Camera image sensor size and technology explained

Camera sensors come in different rectangular shapes and sizes. The sensor size will dictate whether it will capture a larger field of view as illustrated below.

Sensor size comparisons

Sensor size is important in photography because it also has an impact upon image quality. If you have two cameras with the same pixel count, but one has a physically larger sensor than the other, the one with the larger sensor will usually produce better quality images.

This is because the photo receptors, which are commonly called pixels these days, are larger on the bigger sensor.

The main purpose of a photo receptor is to receive light and generate an electrical signal that is converted into a digital image signal. The more light that the sensor receives, the stronger the image signal will be.

A strong signal requires less amplification and this means there’s less opportunity for image noise to introduced or enhanced.

A camera’s sensor is usually its most expensive component and this means cameras with larger sensors tend to be significantly more expensive than cameras with smaller sensors.

The camera’s body also usually needs to be made larger to house the bigger sensor and to accommodate the lenses that are required to produce the larger image circle.

To summarise, in general terms, cameras with larger sensors tend to be bigger and more expensive than those with smaller sensors and they produce better quality images.

Bigger camera sensor or fewer pixels?

As already mentioned, having a larger camera sensor allows the pixels to be made bigger and this has positive implications for image quality with noise levels being reduced and dynamic range extended. A similar thing can be achieved by keeping the pixel count down on a smaller sensor.

However, high pixel counts are often seen as a good thing because images are larger and it enables more detail to be recorded.

The challenge for manufacturers is to keep noise levels down and maintain image quality at the higher sensitivity settings when light levels are low.

Full Frame Advantages – Generally, a full frame sensor can provide a broader dynamic range and better low light/high ISO performance yielding a higher quality image than a crop sensor. Full frame sensors are also preferred when it comes to architectural photography due to having a wider angle which is useful with tilt/shift lenses.

Finally, a full frame DSLR will have a shallower depth of field than a crop sensor DSLR, which can be a beneficial aesthetic. When shooting at the same EFFECTIVE focal length, using the same aperture settings and shooting from the exact same angle/distance to the subject, the full frame camera will have a shallower depth of field (more bokeh) than the crop sensor camera.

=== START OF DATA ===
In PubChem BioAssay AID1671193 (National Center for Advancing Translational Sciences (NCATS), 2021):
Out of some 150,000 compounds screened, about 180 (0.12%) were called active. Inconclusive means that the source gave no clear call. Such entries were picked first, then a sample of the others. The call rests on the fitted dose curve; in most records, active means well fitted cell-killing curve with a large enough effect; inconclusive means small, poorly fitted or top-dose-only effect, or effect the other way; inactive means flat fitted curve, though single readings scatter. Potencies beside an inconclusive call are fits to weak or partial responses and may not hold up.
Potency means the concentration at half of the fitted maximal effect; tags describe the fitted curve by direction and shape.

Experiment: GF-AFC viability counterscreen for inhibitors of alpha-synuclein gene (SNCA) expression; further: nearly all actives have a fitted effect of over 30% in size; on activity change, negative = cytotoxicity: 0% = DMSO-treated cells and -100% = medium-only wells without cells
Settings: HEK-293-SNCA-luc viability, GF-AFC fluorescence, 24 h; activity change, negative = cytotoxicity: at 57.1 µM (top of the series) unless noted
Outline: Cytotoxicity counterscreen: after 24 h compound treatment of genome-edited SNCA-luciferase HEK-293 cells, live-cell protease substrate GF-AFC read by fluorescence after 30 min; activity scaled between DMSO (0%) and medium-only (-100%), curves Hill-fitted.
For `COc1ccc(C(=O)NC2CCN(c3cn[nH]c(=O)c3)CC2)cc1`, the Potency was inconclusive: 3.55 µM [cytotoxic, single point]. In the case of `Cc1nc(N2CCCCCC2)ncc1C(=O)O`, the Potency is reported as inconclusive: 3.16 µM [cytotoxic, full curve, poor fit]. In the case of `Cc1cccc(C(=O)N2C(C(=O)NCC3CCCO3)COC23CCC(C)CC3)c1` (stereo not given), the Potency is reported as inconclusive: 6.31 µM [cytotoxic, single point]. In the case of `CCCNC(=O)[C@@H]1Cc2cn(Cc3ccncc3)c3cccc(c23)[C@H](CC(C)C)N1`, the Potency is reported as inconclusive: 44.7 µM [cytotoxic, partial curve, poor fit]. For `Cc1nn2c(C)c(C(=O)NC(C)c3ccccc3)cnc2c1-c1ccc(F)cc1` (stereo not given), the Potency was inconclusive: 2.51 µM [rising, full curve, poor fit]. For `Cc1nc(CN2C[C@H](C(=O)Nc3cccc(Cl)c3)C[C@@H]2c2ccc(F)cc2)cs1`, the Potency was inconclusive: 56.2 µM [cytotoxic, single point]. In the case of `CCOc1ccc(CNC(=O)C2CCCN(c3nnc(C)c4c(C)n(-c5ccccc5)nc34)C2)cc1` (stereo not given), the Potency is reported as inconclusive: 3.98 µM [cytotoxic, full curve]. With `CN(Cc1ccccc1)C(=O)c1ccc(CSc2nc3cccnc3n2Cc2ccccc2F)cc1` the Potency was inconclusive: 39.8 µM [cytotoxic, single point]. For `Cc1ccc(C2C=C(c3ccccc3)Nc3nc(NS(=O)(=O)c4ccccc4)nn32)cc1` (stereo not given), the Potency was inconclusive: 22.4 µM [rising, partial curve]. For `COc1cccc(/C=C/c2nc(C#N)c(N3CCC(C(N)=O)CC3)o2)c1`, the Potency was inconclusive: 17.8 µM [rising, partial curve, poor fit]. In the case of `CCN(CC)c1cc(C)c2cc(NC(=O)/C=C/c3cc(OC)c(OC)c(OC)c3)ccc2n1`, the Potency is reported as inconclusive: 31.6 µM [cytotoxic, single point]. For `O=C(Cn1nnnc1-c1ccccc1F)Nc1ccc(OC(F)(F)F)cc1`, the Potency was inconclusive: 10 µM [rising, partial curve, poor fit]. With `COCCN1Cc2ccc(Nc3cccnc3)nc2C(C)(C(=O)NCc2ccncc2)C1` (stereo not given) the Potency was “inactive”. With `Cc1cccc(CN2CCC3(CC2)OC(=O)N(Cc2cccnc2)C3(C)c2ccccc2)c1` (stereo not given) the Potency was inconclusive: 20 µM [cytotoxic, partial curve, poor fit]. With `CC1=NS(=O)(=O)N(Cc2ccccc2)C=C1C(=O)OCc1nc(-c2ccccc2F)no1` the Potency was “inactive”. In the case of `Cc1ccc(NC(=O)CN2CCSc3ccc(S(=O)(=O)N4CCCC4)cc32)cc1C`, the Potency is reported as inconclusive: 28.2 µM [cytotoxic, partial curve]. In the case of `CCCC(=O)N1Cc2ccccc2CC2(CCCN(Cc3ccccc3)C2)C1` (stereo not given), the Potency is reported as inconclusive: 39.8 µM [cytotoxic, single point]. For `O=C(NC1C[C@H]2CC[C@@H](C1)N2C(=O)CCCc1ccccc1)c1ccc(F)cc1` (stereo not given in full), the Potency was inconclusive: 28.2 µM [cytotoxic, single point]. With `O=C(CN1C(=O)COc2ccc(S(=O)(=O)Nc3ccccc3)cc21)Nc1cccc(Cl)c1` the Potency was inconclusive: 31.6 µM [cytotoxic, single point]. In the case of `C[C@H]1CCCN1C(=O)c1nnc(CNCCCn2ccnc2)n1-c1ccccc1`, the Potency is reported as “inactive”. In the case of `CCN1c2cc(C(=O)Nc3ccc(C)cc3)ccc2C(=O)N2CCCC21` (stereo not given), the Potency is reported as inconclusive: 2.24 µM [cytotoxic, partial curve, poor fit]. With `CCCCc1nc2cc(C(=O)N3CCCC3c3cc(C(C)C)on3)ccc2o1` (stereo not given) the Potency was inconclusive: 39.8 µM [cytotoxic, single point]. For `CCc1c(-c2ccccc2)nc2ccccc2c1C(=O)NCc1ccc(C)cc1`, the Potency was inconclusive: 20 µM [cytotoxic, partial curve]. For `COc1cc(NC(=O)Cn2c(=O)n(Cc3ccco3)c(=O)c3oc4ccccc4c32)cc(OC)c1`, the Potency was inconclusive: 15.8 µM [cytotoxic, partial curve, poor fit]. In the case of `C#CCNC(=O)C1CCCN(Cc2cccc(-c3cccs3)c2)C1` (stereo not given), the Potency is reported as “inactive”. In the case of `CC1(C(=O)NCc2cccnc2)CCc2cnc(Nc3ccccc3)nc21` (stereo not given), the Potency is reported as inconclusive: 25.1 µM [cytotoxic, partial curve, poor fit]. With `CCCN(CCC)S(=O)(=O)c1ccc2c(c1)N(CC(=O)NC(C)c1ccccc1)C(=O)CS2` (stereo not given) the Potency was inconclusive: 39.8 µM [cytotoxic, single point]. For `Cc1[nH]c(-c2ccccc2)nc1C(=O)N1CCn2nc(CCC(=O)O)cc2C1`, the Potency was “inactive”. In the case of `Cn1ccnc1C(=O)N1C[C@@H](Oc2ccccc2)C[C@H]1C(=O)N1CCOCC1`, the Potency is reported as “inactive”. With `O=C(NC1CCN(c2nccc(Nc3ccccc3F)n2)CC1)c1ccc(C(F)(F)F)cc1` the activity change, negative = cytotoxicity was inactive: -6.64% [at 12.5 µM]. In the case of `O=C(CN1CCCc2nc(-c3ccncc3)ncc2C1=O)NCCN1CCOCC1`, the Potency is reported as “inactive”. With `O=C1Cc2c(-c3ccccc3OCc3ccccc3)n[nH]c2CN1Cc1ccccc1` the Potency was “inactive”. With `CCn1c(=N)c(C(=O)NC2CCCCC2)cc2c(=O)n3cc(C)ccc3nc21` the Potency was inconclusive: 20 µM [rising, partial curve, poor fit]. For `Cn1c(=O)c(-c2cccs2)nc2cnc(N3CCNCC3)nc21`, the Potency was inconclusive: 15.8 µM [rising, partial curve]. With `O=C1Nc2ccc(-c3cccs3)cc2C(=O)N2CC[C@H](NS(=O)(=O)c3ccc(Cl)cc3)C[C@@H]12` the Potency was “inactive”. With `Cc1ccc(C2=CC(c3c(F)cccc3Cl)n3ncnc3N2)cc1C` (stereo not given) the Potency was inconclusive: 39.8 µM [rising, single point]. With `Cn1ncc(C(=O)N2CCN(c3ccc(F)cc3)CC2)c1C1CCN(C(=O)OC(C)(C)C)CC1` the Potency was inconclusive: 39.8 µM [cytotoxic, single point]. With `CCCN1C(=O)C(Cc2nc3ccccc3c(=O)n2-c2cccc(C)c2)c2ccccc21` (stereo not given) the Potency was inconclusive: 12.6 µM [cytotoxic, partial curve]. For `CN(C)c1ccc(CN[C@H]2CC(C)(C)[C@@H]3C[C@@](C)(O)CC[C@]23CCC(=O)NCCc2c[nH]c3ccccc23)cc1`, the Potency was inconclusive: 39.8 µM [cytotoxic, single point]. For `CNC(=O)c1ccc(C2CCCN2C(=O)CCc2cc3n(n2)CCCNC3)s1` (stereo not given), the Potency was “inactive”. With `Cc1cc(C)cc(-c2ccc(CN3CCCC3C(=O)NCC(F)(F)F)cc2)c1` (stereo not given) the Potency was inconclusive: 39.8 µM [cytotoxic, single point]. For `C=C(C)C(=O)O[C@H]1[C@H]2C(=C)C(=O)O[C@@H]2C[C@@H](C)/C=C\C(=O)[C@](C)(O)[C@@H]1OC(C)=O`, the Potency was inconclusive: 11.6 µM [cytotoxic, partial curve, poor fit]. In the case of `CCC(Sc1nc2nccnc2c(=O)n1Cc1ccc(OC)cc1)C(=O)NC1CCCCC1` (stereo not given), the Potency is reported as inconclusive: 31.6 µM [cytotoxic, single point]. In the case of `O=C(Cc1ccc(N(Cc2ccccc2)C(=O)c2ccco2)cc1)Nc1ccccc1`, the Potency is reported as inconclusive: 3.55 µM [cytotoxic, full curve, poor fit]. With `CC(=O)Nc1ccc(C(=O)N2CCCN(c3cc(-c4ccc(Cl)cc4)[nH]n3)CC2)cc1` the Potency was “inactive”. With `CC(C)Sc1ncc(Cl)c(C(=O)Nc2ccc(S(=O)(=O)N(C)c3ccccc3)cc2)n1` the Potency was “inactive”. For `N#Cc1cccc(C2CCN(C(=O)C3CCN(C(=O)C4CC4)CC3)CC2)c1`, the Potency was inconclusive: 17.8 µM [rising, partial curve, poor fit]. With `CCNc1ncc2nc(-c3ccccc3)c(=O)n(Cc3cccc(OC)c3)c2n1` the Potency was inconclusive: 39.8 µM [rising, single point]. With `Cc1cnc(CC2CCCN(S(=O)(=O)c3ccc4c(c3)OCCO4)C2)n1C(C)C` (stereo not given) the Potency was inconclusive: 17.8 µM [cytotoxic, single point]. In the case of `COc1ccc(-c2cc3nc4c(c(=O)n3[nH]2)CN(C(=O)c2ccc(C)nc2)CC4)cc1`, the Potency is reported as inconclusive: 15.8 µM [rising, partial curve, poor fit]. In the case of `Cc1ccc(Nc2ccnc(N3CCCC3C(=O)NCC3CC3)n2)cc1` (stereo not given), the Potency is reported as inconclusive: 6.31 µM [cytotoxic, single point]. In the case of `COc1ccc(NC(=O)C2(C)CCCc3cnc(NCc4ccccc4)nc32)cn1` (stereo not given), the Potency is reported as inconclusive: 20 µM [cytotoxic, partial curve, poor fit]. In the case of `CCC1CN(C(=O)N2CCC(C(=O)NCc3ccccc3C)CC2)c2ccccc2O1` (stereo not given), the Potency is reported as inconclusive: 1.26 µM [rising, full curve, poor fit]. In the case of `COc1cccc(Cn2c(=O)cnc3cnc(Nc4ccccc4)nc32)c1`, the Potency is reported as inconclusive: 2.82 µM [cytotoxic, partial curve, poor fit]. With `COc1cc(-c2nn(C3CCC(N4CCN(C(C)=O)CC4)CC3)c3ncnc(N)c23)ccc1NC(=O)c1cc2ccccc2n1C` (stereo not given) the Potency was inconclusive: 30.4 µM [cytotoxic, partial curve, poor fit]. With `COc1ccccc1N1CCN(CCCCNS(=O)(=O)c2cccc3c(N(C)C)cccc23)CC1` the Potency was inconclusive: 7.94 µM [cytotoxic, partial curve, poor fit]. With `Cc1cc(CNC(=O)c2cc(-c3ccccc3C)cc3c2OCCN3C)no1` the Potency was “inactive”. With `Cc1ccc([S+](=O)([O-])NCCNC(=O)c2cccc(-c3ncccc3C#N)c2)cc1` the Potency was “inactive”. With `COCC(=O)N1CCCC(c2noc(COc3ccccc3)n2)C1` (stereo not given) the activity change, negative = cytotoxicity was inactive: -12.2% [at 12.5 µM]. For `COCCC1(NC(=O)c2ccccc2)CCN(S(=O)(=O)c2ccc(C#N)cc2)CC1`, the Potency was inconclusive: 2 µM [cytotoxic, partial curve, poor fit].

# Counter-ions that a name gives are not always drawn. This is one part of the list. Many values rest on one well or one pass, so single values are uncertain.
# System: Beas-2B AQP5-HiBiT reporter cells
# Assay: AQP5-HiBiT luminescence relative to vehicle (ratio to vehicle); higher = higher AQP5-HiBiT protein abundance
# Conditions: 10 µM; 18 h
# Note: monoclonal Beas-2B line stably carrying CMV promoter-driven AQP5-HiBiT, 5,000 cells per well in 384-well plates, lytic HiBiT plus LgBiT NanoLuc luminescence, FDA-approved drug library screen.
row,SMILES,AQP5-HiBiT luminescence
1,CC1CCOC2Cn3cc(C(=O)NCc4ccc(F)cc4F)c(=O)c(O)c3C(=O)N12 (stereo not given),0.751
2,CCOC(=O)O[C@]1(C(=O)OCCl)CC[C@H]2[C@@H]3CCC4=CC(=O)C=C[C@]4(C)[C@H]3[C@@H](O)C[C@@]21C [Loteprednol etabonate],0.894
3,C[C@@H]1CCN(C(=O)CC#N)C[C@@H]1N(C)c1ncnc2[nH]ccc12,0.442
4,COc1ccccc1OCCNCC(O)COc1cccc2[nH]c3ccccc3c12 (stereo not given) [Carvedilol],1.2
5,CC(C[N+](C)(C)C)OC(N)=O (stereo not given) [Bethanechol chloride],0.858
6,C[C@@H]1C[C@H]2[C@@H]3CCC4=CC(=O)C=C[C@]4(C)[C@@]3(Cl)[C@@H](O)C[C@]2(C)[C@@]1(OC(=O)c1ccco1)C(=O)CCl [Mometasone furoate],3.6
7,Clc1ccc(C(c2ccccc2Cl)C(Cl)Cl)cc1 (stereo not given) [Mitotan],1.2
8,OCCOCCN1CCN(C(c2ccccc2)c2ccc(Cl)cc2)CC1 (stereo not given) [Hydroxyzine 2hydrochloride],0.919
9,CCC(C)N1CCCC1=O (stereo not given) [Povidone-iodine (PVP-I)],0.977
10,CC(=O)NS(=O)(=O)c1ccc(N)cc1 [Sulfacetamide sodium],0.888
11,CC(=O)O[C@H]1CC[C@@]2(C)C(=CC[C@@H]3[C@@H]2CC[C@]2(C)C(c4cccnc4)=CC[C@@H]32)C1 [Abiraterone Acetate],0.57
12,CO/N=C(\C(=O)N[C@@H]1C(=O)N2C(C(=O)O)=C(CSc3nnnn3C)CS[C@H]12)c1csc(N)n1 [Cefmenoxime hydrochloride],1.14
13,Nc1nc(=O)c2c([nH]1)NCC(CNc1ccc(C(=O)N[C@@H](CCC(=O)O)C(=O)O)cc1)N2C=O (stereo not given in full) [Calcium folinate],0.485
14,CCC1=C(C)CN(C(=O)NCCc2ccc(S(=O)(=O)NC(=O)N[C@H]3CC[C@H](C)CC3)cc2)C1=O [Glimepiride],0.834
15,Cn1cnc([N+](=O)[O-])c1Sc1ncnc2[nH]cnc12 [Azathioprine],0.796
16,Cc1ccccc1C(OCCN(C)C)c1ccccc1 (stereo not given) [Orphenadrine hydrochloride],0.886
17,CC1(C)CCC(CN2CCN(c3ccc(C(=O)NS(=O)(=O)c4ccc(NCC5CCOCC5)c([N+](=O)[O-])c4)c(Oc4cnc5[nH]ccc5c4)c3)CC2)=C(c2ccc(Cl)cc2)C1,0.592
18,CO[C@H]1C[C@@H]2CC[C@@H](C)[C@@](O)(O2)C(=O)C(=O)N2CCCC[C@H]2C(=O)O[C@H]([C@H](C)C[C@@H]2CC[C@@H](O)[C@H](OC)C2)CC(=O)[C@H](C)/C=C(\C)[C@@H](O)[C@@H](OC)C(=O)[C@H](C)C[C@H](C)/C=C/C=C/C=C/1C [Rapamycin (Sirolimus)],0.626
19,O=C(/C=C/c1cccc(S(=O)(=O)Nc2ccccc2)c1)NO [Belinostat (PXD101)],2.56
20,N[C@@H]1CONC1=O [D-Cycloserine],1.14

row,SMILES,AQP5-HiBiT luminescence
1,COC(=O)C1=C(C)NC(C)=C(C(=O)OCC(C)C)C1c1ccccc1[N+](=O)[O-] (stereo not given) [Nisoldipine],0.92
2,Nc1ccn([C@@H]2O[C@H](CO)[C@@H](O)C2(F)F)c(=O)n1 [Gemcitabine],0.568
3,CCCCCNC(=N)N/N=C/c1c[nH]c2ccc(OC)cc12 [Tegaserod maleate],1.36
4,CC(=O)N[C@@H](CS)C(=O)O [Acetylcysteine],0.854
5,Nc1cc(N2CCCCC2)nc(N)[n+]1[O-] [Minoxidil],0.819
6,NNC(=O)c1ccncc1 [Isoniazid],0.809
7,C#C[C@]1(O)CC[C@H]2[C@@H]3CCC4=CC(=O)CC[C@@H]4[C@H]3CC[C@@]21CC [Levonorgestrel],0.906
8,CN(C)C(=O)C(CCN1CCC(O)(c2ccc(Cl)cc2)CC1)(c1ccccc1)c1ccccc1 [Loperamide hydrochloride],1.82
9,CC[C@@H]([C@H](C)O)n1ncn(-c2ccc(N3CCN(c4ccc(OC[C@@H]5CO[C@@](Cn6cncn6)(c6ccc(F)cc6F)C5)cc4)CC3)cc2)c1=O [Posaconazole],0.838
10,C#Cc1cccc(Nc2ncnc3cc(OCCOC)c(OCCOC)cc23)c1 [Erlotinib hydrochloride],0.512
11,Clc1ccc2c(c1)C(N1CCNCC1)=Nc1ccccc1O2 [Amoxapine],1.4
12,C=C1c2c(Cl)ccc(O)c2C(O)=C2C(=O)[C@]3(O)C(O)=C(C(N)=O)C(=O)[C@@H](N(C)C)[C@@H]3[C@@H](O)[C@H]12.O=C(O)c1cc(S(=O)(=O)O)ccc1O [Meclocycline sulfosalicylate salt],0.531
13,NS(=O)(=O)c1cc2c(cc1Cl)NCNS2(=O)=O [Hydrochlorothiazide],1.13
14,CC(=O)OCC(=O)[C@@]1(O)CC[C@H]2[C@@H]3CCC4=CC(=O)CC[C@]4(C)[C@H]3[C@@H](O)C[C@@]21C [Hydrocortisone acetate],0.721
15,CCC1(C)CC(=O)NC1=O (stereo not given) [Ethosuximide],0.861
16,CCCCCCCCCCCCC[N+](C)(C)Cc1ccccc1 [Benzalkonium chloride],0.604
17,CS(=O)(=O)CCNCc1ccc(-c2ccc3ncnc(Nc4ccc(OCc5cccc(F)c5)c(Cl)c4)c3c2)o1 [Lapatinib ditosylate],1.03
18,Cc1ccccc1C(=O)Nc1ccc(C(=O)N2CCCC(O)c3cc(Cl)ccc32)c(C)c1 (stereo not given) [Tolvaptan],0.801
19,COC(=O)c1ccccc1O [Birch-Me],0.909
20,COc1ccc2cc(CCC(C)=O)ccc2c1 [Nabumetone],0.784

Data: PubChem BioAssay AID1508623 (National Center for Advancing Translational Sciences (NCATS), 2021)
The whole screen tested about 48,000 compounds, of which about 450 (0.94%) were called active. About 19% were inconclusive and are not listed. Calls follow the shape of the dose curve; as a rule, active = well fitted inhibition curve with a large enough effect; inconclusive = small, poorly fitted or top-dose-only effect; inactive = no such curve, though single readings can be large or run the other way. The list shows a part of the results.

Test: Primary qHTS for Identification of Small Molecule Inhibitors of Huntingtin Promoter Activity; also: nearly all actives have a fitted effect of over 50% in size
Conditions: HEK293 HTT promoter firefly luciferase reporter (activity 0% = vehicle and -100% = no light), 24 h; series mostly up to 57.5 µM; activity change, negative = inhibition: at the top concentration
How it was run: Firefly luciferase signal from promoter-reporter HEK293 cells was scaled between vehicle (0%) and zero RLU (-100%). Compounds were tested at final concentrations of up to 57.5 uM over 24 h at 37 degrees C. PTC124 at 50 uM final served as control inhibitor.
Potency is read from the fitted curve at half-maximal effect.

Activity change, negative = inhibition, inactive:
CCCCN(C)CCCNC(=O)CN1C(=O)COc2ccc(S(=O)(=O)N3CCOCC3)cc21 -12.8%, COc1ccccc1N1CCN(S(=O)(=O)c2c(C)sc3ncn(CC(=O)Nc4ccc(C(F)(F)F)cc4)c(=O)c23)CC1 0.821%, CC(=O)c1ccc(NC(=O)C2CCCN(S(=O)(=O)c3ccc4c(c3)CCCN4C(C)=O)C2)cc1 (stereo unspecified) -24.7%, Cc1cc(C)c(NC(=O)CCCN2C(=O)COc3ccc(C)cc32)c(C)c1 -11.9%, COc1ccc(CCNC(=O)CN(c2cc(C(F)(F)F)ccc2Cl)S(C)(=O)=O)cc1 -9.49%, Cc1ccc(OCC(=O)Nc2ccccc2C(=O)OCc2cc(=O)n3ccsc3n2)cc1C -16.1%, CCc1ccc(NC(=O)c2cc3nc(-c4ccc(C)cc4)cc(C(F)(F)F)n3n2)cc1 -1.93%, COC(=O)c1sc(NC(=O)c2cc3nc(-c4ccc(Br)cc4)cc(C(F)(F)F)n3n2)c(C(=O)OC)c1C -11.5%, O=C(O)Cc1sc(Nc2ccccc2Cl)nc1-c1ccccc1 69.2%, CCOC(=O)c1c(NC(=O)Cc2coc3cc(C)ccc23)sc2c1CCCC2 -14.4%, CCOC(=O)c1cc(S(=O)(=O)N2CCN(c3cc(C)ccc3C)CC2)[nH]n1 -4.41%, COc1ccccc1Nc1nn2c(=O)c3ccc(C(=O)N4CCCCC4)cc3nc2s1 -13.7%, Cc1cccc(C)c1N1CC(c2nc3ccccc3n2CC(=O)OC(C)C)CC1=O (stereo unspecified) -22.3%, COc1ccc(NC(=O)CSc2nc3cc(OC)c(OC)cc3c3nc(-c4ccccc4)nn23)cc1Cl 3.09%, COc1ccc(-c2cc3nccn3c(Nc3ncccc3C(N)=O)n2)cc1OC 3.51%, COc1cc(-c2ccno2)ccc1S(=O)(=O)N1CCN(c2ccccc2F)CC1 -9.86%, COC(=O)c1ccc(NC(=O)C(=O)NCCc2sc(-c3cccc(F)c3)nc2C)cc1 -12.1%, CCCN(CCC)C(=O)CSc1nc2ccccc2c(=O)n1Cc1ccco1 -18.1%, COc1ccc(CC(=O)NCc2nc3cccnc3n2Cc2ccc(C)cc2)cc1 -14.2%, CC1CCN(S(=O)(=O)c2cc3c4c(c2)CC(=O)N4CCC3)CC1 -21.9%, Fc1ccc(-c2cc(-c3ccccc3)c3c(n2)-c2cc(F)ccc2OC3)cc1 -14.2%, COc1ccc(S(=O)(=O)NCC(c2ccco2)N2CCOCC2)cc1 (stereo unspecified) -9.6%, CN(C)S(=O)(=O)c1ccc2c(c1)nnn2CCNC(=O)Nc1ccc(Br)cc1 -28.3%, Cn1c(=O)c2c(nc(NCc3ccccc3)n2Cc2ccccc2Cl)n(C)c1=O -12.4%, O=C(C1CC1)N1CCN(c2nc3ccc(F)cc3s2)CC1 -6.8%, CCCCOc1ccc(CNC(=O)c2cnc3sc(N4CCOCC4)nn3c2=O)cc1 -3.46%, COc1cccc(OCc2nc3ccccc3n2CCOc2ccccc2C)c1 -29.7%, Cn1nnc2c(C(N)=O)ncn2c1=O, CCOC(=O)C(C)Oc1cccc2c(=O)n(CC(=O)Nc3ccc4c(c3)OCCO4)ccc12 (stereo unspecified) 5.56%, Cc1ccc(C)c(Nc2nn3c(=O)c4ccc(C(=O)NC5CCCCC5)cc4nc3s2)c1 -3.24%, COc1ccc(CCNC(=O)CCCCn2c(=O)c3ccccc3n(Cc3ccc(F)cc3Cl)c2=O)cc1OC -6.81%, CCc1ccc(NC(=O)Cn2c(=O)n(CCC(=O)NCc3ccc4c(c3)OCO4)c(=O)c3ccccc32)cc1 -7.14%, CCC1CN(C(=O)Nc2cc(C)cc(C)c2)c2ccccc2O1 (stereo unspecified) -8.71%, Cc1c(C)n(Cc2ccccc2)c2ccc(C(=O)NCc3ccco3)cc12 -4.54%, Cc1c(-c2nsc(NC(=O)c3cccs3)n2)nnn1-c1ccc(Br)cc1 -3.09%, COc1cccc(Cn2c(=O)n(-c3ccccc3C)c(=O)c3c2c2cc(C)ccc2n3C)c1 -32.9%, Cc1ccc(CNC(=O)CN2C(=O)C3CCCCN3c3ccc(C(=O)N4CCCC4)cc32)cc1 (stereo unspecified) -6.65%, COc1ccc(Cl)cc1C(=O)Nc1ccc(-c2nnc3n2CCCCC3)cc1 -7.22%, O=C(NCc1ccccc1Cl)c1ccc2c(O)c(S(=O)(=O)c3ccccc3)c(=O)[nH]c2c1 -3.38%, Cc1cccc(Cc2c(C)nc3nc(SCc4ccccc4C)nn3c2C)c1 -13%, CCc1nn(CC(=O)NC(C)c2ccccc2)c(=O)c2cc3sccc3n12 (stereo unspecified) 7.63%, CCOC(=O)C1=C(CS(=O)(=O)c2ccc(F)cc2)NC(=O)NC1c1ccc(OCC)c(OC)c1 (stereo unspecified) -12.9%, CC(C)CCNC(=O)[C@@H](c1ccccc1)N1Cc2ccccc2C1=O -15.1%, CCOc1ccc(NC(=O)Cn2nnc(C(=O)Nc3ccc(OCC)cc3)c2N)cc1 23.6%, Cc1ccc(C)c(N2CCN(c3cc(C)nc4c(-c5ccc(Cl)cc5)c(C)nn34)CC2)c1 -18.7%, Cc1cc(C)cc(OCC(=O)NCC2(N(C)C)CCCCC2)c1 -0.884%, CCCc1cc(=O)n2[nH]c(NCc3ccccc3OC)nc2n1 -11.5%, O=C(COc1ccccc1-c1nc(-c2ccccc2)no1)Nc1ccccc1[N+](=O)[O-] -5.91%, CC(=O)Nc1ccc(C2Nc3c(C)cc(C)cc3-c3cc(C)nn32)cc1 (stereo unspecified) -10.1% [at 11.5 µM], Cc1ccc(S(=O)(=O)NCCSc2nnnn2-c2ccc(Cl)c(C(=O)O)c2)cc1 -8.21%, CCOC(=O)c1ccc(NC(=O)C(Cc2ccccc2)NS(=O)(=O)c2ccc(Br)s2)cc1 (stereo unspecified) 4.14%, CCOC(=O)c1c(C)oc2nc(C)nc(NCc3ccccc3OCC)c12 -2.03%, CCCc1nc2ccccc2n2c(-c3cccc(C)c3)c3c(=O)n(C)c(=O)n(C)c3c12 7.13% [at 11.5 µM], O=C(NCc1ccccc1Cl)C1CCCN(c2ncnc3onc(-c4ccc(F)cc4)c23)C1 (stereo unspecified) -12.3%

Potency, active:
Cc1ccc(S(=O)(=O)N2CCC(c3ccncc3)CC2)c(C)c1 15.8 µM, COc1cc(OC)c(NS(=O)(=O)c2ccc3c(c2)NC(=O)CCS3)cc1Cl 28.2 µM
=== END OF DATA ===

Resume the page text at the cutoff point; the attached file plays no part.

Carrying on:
This is because the larger the sensor, the longer the focal length of the lens needs to be to capture the same field of view. For example, a full frame sensor Canon 5D Mark III using a Canon 50mm f/1.4 lens gives the equivalent focal length or field of view as using a 31mm lens on a APS – C sensor Canon 7D since it has a 1.6 crop multiplier (31mm x 1.6 = 50mm). Now a 31mm lens doesn’t exist of course, but you get the idea. The larger the sensor, the longer the focal length required in order to create the same field of view to match the crop sensor, hence a shallower depth of field is created due to the additional focal length.

Crop Sensor Advantages – Whilst a crop sensor DSLR doesn’t provide the same level of image quality as a full frame DSLR, it does offers major advantages when it comes to cost. It can also be very effective for telephoto photography by providing the extra reach gained from the crop sensor multiplier. For example, this can be very useful when shooting sports, wildlife, and other types of photojournalism. Just imagine that on a Canon crop frame body such as a Canon 7D; your Canon 70-200mm f/2.8 lens is effectively a 112-320mm lens!

Let me also clarify that this is simply a benefit, it doesn’t mean that you SHOULD use a crop sensor DSLR when shooting these types of photography. This is going to depend on your intended use, budget, and so forth. For those on a budget (which I think is probably most of us), the additional focal length and low cost of the crop sensor DSLR are great advantages. A professional will still get the best overall quality by having a full frame DSLR paired with a suitable longer telephoto lens.

I hope this helps clarify the difference and benefits of Crop vs Full frame sensors. If you have any further questions or want some advice please feel free to speak to me directly.

Adrian Hedges
March 2017

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